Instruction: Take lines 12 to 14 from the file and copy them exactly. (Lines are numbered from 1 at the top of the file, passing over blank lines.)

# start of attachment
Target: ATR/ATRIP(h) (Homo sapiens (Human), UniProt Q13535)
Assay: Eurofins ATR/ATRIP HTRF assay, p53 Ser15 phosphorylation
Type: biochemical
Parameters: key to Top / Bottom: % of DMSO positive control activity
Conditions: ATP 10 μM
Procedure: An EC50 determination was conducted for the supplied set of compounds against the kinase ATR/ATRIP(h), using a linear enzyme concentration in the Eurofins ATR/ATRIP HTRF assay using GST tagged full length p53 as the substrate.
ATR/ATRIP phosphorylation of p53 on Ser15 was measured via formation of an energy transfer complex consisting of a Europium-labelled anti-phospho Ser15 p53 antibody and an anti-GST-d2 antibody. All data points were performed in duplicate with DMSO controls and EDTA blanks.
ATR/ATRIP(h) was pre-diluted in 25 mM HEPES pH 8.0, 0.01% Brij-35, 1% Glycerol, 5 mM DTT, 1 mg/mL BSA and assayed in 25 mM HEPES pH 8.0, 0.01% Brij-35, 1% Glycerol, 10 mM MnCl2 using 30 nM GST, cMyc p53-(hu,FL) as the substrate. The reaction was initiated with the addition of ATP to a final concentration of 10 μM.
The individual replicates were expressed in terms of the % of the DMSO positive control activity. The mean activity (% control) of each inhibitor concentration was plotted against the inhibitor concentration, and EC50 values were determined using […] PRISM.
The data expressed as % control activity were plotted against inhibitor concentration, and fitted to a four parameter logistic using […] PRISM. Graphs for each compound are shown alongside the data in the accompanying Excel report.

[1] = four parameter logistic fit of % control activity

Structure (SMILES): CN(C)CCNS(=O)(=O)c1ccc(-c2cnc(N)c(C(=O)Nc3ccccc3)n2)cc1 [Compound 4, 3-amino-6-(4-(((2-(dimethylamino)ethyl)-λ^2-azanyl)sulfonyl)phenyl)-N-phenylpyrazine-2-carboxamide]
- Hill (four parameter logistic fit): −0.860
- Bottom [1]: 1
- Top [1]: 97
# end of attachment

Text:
Structure (SMILES): CN(C)CCNS(=O)(=O)c1ccc(-c2cnc(N)c(C(=O)Nc3ccccc3)n2)cc1 [Compound 4, 3-amino-6-(4-(((2-(dimethylamino)ethyl)-λ^2-azanyl)sulfonyl)phenyl)-N-phenylpyrazine-2-carboxamide]
- Hill (four parameter logistic fit): −0.860
- Bottom [1]: 1